The first-ever report from the island’s competitiveness council presents ‘mixed picture’
CYPRUS’ competitiveness suffers from a weak business sector, low entrepreneurship and firm dynamism, relatively low rates of business innovation and adoption of digital technologies, limited access to alternative forms of financing and, despite a highly-educated workforce, skill mismatches, a report published on Friday said.
The 179-page report, the first-ever analysing the island’s competitiveness was prepared for the government by the Economy and Competitiveness Council, which was set up in June 2018, found overall, competitiveness, as reflected in several international benchmarking reports and indicators, was not satisfactory.
“Although progress has been recorded over time in certain areas, Cyprus lags behind some benchmark countries and the EU average when it comes to indicators of productivity, international trade and foreign direct investment,” said Takis Klerides, the chairman of the Council in the introduction to the report.
He said the first of its kind for Cyprus, the report assesses the country’s competitiveness performance and its determinants. It identifies key challenges and provides suitable policy actions to tackle them and is designed to be an important resource for policymakers and for broader discussion.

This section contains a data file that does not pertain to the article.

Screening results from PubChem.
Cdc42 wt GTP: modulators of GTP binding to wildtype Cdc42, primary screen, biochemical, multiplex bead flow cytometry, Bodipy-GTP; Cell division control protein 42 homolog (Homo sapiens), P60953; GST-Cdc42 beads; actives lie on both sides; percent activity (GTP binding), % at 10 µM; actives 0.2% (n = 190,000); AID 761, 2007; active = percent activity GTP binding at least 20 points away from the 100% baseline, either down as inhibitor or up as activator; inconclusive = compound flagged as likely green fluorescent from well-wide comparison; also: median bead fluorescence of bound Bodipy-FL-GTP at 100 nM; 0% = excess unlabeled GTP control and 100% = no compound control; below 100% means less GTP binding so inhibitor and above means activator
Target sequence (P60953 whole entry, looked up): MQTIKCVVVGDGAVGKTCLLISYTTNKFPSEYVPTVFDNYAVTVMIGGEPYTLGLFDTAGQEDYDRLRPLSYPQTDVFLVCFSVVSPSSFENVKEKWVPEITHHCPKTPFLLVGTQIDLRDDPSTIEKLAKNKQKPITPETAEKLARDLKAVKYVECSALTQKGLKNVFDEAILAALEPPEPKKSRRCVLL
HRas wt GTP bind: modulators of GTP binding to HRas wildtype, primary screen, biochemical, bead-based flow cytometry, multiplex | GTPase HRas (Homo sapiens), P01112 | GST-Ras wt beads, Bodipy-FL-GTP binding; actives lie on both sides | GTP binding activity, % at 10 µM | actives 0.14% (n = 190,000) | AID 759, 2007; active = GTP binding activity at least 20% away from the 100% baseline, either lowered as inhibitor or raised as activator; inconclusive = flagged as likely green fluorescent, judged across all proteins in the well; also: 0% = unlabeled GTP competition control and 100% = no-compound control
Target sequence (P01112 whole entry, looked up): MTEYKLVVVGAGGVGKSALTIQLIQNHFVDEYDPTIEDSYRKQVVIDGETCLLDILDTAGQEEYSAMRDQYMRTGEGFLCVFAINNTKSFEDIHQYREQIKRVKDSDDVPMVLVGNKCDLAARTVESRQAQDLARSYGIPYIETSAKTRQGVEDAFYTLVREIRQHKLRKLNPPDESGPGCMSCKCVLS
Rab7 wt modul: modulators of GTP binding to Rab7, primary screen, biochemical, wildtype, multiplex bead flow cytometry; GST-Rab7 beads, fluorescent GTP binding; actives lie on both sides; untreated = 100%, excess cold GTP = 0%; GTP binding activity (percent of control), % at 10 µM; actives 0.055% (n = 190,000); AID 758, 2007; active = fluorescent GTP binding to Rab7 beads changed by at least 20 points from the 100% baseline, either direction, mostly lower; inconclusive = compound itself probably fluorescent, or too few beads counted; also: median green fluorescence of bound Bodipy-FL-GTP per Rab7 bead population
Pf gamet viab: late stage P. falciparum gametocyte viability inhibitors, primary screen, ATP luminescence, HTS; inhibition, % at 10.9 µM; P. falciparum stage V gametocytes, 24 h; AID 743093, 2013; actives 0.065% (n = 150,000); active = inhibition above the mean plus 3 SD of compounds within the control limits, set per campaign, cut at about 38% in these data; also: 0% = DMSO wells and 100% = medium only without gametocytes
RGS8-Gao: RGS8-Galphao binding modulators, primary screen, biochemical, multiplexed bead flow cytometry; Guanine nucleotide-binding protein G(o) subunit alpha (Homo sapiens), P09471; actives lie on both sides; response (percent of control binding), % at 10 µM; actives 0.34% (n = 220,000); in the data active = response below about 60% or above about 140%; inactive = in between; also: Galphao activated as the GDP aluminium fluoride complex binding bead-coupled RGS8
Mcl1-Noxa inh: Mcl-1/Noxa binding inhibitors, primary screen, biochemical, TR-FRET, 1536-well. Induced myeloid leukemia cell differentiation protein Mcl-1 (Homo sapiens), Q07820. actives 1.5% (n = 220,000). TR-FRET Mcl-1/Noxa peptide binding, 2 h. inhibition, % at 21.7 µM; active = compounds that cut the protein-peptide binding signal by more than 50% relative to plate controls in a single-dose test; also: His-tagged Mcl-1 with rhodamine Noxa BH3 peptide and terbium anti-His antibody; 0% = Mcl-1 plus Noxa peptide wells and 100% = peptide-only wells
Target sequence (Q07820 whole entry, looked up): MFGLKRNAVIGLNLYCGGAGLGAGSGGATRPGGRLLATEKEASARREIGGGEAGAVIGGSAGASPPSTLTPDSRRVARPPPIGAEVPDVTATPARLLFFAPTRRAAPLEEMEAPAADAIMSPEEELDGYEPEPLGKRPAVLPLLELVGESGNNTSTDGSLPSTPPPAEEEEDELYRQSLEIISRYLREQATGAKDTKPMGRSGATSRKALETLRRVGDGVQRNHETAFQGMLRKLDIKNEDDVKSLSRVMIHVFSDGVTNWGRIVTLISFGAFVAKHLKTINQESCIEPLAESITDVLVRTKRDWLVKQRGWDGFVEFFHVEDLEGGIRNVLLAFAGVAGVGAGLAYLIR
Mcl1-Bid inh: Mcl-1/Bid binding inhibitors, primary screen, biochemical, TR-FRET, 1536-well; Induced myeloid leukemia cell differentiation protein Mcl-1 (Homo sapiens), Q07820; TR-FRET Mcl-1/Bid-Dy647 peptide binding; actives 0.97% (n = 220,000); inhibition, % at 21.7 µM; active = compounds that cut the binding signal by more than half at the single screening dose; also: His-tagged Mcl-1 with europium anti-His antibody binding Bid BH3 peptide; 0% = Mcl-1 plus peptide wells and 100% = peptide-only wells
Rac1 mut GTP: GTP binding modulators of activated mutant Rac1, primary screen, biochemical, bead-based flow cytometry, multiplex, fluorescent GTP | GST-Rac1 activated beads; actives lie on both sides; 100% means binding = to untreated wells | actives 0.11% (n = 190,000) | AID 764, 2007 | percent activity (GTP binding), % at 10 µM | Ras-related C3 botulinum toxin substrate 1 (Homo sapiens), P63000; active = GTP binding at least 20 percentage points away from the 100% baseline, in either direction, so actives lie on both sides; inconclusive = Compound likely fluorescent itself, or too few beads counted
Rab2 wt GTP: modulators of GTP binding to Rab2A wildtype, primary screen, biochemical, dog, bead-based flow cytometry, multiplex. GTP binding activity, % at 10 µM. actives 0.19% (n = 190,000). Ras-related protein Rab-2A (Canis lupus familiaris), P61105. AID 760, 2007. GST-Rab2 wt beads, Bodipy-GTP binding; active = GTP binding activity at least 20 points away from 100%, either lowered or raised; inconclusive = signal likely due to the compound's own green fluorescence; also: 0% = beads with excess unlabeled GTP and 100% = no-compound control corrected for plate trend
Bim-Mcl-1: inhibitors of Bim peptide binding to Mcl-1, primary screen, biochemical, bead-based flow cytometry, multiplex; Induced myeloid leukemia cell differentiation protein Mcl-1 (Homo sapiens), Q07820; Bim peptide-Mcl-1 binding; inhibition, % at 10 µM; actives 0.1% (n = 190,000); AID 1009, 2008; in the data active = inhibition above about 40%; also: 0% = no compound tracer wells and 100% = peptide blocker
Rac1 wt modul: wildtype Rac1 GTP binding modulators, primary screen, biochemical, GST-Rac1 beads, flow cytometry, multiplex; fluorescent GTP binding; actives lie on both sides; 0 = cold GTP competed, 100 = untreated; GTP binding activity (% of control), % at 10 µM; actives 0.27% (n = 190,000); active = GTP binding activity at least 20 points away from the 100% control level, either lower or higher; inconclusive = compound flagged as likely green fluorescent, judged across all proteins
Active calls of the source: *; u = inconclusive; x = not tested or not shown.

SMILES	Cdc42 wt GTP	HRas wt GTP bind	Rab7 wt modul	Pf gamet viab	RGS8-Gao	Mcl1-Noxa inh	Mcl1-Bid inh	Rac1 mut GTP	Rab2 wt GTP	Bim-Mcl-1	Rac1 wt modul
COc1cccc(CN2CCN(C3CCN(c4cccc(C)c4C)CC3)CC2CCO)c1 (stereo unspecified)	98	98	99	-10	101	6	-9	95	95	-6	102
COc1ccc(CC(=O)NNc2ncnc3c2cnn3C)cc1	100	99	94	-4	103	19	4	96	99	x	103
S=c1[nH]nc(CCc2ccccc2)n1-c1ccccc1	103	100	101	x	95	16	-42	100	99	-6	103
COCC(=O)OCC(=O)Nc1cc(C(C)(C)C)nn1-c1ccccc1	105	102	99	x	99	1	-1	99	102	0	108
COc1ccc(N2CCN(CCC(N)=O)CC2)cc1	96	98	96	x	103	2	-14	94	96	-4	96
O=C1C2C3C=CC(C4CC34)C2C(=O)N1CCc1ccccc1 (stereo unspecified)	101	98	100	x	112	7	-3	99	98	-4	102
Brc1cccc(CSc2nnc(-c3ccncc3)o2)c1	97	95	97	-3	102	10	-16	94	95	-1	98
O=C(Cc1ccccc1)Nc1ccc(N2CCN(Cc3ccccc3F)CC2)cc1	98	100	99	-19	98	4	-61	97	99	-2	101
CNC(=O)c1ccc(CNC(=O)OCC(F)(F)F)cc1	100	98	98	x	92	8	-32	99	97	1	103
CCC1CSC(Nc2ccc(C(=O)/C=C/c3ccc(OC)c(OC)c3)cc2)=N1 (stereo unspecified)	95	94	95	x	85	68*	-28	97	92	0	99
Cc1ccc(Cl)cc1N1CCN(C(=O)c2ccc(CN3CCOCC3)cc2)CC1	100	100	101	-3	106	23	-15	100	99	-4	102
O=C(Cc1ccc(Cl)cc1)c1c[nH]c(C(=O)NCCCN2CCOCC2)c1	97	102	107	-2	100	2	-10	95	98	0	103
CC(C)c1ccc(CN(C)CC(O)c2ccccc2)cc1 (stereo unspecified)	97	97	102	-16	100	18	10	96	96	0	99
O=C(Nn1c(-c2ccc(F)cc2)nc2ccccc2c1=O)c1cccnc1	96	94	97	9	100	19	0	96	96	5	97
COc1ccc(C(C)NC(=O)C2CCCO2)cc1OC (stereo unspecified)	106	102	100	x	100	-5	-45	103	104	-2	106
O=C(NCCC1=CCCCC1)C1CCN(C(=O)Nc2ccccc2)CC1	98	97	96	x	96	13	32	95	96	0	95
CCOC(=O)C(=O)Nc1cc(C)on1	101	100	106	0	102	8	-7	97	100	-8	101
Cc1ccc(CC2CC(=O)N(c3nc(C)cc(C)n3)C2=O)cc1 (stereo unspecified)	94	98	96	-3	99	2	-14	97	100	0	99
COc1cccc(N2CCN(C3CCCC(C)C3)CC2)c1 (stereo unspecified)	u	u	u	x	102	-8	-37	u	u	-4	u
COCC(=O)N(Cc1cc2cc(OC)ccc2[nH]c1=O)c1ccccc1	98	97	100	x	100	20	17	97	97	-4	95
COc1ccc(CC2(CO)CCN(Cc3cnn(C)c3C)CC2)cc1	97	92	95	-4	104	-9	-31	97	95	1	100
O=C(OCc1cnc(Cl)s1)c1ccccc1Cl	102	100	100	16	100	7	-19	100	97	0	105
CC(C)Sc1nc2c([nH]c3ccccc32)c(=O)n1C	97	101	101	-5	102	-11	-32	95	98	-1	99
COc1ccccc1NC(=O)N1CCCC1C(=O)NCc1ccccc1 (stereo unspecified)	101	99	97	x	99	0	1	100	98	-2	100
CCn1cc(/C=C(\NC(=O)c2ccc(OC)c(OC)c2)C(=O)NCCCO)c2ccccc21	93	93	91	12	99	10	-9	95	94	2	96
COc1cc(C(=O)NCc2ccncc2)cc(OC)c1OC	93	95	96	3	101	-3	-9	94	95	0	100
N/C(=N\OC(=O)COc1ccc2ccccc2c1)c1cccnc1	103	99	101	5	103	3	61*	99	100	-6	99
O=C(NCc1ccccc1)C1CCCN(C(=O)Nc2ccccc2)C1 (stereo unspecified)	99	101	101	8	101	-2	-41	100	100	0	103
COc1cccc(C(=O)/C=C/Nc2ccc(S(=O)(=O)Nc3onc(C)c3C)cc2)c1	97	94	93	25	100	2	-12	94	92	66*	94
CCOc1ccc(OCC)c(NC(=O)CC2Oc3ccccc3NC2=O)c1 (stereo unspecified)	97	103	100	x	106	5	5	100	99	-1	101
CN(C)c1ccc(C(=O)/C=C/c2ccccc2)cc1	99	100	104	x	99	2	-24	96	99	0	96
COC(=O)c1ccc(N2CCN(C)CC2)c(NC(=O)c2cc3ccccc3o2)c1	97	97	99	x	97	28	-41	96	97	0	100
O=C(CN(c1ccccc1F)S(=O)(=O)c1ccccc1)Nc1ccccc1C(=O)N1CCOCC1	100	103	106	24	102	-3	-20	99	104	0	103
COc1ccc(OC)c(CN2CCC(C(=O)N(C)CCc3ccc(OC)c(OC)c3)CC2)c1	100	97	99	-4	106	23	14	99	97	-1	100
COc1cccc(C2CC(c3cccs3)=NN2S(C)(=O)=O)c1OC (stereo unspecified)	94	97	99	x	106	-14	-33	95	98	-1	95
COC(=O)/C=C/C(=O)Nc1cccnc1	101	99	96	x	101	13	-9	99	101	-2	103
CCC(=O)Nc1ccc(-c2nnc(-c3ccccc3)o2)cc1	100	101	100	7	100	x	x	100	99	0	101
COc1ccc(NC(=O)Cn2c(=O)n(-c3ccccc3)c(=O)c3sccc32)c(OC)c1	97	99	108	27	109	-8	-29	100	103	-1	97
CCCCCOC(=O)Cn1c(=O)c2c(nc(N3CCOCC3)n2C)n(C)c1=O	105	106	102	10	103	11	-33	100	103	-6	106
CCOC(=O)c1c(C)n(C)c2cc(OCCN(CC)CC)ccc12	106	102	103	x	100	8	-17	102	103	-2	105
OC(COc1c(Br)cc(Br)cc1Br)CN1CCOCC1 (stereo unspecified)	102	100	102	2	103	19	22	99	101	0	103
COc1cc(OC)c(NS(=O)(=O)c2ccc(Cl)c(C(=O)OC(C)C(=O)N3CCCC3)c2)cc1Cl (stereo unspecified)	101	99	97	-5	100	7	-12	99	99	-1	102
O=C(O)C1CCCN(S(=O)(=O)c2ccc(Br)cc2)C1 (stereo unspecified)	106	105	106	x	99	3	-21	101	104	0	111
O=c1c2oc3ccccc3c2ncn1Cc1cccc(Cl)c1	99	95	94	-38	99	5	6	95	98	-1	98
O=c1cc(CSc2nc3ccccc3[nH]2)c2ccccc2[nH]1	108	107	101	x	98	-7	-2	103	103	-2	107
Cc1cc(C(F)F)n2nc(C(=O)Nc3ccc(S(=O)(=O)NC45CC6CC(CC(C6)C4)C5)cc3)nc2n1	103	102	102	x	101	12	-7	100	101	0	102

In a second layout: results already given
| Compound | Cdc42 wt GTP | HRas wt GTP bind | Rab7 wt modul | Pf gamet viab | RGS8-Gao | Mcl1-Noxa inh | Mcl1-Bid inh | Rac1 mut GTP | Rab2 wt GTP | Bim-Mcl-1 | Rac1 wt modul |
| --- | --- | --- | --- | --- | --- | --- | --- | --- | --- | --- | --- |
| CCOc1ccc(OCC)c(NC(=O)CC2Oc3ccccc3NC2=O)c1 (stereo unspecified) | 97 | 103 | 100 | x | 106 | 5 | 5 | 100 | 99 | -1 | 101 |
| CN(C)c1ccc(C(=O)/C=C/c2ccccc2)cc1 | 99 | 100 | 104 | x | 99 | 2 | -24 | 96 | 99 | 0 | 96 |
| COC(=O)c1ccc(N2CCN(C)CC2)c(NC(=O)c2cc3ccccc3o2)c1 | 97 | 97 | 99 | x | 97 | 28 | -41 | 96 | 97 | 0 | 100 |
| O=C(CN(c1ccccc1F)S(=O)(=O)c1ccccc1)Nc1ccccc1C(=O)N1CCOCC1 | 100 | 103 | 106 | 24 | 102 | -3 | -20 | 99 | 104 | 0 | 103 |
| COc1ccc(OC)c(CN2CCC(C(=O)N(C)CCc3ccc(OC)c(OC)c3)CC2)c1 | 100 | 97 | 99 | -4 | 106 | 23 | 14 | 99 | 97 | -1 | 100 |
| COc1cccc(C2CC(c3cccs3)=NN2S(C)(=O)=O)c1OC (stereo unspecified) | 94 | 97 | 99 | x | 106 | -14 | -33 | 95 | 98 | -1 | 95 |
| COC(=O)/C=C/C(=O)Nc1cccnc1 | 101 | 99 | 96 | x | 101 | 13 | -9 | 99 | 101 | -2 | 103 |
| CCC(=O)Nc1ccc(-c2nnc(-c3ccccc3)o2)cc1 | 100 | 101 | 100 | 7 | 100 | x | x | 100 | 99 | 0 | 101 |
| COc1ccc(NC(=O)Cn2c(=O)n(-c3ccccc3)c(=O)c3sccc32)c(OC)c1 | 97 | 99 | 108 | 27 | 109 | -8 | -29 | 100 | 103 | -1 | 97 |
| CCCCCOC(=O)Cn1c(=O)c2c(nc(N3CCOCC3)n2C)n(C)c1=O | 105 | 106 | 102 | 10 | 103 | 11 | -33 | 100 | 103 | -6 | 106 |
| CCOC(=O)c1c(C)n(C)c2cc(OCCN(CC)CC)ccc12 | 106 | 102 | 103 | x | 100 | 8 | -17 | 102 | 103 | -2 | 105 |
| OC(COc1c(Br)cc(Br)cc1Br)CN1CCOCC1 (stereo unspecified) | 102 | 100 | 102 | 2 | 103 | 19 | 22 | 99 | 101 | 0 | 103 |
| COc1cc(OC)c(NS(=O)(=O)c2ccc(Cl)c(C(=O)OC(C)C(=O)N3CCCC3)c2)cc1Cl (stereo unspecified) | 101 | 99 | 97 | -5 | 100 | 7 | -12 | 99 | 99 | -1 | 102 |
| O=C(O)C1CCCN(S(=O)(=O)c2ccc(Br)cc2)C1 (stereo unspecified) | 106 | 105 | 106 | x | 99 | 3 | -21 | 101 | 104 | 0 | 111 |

Rather than focusing on competitiveness outcomes, it places major emphasis on the identification and assessment of the factors that explain Cyprus’ competitiveness in great detail.
The analysis in the report is based on more than 150 indicators and on benchmarking Cyprus’ competitiveness performance over time and against twelve benchmark countries, including Europe’s top performers, as well as the European Union average.
These countries are Denmark, Estonia, Finland, Germany, Greece, Ireland, Malta, the Netherlands, Portugal, Slovenia, the UK, and Israel, as the only non-EU country.
The analysis provides recommendations on areas to address in order to tackle the key identified competitiveness issues that will be taken into account in formulating policy proposals to the government.
In his foreword, Finance Minister Harris Georgiades said: “We need to unleash the productive potential of our economy, with less bureaucracy, more efficiency and upgraded competitiveness.”
“In this effort, continuous policy development as well as monitoring and benchmarking Cyprus’ performance is necessary for steering actions towards a more attractive business environment and more efficient functioning of the economy,” he added.
According to the report itself, Cyprus performs reasonably well in leading international competitiveness rankings without being a top-performing country. Over the years, it said Cyprus’ position has fluctuated considerably and suffered a setback during the 2012-13 fiscal and banking crisis and its aftermath.
“Taken together, Cyprus’ competitiveness outcomes present a mixed picture,” the report said.
Despite its headline growth performance, the island is generally positioned below the EU average for competitiveness outcome indicators, even though it is typically on a similar level or even above Eastern and Southern EU benchmark countries such as Estonia, Slovenia, Portugal, Malta, and Greece.
Strengths are that business-related costs are low with labour costs below the EU average. Cyprus also has amongst the lowest rental costs for private and retail accommodation.
“Conversely, non-residential electricity costs and costs for high-speed broadband internet access in Cyprus are among the highest of the benchmark countries. These higher costs seem to reflect structural factors, such as the reliance on imported fuel supplies and small market size.”